Making the Best of a Bad Situation

“I think my whole life up until now might have been preparing me for this moment.”   Those were the words of Captain Sullenberger describing his successful emergency landing on the Hudson River.  I got a little teary watching the 60 Minutes interview with this cool captain.  It was an amazing story of someone doing the very best he could, using everything he had learned up to this point in his life, to ultimately change the destinies of several hundred people.  Someone making the best of a very bad situation.

I don’t want to suggest that my little problem is to be compared to a crash landing in the Hudson River, or that my solution is to be compared to the brilliance of Captain Sullenberger.  But this just happens to be what I was thinking about right before I watched the 60 Minutes interview.  I haven’t written for a while about the stress with trying to help my dad and his wife, mostly because  I found a way to deal with the stress (that’s a topic for another entry.)  But after this last trip Friday and Saturday, which was succesful mostly, I found myself REALLY tired, and eating too much and again worrying about it all disappearing.  But now, 24 hours later, it seems I have a little perspective on the problem, and even have done quite a few things that I think ‘made the best of a bad situation.’  So, ever the teacher, I thought I’d share them with you.

First, on the way home from my dad’s, I called my brother, and confessed, ‘I can’t stop eating.’  He responded immediately, ‘neither can I.’  I can’t tell you what a relief it is to hear that someone who has ‘stood the test of time,’ who has maintained a normal weight and stayed physically fit his whole life, also struggles sometimes.  It makes me hopeful that I can continue on.  That I don’t need to give up.

But this morning I woke up feeling tired and fat, and like a failure.  I actually wanted to wear workout clothes to church!  But I made myself pick out a dress and some pretty high heels to wear.  I might not look as good as I did a few pounds ago, but I will fight the feeling of being a failure and feeling embarrassed about how I look.  Just the fact that I can walk in those silly high heels is a victory !  But I was still thinking about all the food I wanted to eat.  I talked to a friend at church about where we were going to go eat next week, and she said well we could go to BJ’s, they have salad there.  And I said, ‘yeah, but that’s not what I want there.  I want a burger and a pizookie!’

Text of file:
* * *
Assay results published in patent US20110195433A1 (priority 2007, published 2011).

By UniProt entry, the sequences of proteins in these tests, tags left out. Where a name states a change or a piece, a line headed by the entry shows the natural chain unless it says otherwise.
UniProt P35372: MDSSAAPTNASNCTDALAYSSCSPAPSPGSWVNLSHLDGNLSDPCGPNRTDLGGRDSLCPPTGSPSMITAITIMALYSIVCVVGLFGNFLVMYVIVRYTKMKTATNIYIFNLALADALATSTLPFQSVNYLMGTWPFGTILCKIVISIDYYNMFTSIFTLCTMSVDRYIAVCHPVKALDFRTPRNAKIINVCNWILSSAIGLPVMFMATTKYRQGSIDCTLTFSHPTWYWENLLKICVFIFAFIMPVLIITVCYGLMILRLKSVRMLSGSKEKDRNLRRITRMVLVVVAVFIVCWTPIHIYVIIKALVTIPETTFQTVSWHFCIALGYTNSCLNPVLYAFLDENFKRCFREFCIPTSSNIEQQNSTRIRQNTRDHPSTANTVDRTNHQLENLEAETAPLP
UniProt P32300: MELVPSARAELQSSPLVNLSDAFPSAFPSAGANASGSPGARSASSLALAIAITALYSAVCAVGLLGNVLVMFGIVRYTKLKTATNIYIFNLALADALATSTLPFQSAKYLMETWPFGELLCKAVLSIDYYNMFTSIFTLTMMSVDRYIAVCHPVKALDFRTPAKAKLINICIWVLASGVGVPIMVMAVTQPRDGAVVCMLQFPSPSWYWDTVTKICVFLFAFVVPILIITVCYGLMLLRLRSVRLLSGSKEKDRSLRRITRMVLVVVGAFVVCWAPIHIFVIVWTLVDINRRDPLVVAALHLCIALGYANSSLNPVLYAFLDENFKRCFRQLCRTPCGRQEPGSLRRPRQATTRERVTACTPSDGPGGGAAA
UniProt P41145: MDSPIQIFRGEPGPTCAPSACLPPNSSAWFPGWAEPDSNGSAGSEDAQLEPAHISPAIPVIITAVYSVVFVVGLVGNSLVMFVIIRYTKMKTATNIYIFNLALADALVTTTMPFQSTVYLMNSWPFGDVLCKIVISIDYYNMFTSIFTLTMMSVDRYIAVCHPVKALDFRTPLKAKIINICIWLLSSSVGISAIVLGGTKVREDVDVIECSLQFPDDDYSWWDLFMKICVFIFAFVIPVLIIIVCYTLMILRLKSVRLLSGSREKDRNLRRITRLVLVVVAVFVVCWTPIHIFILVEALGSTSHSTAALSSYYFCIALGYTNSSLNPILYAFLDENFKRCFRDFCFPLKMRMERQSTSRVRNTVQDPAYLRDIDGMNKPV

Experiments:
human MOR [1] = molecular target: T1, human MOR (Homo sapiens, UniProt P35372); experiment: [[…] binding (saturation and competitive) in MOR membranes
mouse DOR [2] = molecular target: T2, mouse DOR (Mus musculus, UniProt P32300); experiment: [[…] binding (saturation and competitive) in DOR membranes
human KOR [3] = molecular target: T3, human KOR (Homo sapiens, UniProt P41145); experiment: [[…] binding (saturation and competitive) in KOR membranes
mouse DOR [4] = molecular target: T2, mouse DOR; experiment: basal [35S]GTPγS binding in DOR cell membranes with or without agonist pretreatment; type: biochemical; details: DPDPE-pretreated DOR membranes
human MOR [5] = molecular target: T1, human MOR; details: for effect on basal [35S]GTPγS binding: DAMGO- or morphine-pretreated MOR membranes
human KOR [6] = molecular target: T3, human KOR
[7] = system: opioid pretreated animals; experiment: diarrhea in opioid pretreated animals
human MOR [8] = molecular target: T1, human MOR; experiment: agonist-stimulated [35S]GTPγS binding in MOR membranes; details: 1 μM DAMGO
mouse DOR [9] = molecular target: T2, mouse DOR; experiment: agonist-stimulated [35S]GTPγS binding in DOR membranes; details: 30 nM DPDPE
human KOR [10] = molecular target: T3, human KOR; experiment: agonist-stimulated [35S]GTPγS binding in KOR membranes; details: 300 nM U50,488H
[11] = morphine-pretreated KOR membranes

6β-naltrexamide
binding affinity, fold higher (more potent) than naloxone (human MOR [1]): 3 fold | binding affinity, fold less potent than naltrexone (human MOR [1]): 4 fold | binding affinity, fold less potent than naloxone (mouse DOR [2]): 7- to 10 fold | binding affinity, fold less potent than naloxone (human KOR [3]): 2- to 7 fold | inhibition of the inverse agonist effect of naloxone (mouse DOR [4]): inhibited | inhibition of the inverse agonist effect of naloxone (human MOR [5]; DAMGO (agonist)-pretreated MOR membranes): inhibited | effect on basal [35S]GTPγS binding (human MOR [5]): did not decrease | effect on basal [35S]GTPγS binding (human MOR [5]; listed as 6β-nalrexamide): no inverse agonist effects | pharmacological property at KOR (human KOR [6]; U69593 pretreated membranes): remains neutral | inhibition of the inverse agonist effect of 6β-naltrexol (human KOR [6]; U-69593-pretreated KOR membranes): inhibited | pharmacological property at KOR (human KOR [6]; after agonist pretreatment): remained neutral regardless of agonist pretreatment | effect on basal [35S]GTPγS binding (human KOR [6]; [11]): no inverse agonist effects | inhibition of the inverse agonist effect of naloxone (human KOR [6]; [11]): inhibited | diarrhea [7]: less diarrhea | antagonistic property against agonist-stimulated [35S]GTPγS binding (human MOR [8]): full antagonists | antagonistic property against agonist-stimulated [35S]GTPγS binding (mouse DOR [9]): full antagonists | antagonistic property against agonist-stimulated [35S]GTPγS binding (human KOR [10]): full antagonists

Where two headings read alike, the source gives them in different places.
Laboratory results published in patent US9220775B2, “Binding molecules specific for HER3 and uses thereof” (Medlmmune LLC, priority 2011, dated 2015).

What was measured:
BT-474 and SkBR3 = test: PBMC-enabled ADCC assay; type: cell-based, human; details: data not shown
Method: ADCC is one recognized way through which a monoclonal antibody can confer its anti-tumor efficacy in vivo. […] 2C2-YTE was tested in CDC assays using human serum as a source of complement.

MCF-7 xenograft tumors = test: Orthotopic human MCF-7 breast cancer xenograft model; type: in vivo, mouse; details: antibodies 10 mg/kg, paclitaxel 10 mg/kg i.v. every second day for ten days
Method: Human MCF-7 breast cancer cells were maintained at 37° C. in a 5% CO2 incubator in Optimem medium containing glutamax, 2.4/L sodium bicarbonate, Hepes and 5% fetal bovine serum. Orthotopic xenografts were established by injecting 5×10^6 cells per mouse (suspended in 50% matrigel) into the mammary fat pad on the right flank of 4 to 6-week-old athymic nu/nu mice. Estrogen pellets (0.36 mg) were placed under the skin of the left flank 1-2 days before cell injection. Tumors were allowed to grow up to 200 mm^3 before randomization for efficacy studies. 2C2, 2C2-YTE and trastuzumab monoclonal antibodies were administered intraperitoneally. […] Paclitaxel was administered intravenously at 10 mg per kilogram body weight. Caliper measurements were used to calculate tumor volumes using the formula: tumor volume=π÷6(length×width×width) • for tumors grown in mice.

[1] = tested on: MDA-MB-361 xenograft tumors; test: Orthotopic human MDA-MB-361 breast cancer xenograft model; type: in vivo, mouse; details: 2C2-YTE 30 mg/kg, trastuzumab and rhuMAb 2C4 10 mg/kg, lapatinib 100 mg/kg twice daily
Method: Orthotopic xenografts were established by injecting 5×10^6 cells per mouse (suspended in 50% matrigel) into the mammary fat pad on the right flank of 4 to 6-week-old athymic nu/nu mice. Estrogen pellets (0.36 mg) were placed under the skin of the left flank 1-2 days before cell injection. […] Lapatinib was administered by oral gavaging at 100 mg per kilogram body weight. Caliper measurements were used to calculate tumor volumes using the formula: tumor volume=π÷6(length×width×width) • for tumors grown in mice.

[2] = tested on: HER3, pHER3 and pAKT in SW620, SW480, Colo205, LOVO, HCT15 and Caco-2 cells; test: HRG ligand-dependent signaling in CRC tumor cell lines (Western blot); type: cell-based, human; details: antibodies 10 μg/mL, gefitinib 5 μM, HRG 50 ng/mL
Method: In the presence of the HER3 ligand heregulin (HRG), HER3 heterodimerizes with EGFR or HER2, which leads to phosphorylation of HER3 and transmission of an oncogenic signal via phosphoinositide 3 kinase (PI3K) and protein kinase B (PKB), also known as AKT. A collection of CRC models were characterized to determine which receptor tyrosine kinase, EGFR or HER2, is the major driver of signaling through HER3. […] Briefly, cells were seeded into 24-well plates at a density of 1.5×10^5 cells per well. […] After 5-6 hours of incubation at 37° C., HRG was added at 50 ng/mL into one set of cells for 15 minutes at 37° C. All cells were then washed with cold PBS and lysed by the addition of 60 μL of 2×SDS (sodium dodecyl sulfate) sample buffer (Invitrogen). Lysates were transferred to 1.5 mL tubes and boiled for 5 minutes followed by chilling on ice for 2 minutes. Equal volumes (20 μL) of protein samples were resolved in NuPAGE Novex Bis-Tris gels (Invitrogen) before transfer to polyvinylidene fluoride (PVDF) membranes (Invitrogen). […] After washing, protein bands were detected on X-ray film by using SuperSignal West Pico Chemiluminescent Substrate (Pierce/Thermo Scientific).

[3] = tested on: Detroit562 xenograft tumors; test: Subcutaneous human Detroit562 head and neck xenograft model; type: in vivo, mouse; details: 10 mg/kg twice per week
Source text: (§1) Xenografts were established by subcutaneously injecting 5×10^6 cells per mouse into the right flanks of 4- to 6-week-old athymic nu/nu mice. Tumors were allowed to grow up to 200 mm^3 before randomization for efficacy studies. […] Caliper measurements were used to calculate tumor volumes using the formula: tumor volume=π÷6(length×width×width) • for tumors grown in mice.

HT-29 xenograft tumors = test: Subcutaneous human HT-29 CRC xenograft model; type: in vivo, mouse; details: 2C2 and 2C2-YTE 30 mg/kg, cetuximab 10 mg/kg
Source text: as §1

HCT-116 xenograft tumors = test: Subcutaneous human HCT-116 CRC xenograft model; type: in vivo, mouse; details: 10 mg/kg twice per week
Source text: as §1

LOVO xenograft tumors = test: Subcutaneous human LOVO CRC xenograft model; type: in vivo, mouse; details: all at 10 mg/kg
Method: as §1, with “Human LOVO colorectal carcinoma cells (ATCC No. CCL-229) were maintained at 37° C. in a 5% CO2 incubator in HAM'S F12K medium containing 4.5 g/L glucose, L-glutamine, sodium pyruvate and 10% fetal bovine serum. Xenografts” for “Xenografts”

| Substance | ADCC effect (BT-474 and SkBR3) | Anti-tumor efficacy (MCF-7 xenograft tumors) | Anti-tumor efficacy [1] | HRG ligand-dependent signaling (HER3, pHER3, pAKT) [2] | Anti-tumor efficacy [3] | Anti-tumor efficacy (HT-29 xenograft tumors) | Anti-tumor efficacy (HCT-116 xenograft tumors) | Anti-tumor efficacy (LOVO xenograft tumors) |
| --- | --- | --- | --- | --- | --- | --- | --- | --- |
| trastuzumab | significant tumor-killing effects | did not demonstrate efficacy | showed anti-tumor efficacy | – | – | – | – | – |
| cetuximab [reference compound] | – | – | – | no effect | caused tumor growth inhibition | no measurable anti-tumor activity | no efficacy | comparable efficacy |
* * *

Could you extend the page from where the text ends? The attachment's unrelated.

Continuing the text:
So I came home, and strategized.  I had a great cup of Peet’s coffee with me, and decided to have a lunch that would go with the coffee:  sliced apples, a lite string cheese, some walnut halves, and a piece of my favorite zucchini bread.  And planned to make a great burger for my dinner.  I keep 4 oz. ground sirloin patties in my freezer for when I really want a burger.  And I use a whole grain lite english muffin for the bun.  I made some baked sweet potato fries, which are better than any restaurant fries you can have, and I even grilled some asparagus, which I thought might have been overkill, but it made it seem like a really big meal.  I really like being able to eat for a while, if you know what I mean.

And now, for now, the crisis has been averted.  I know I can choose to eat healthy foods.  I can choose to eat normal amounts of food.  I can choose to wait until the next meal to eat.  And I can choose to exercise.  I’m off to do the Shred.  It’s not as much exercise as I had hoped to do today, but it is 20 minutes more than nothing!

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6 thoughts on “Making the Best of a Bad Situation

  1. Oh, Debby – you’re in my prayers! I can’t imagine the stress you’re under right now. Just keep moving forward. Your strength is obvious in how quickly you caught yourself. Your burger and fries sound scrumptious. I’m thinking of you!

  2. Good for you! It’s always hard to keep stress from upending everything you’re working towards. I’m glad you’ve found the inspiration to keep going.

  3. (((hug!))) I’m sorry that you’re having to deal with the extra stress of ailing parents…as if life isn’t hard enough. I admire how strong you are with strategizing and getting back on track with things, though; you always give me good ideas for dealing with challenging situations. Mmmmm, sweet potato fries!!!

  4. {{debby}} You did good, hon, staring it all down and not flinching. BTW, I bawled the whole way through that interview. And it wasn’t just because he saved 155 people. A lot of what he said spoke directly to me, too, as it did you. Hope you’re having a better week. Oh, and you’re NOT FAT. There. I’m done now.

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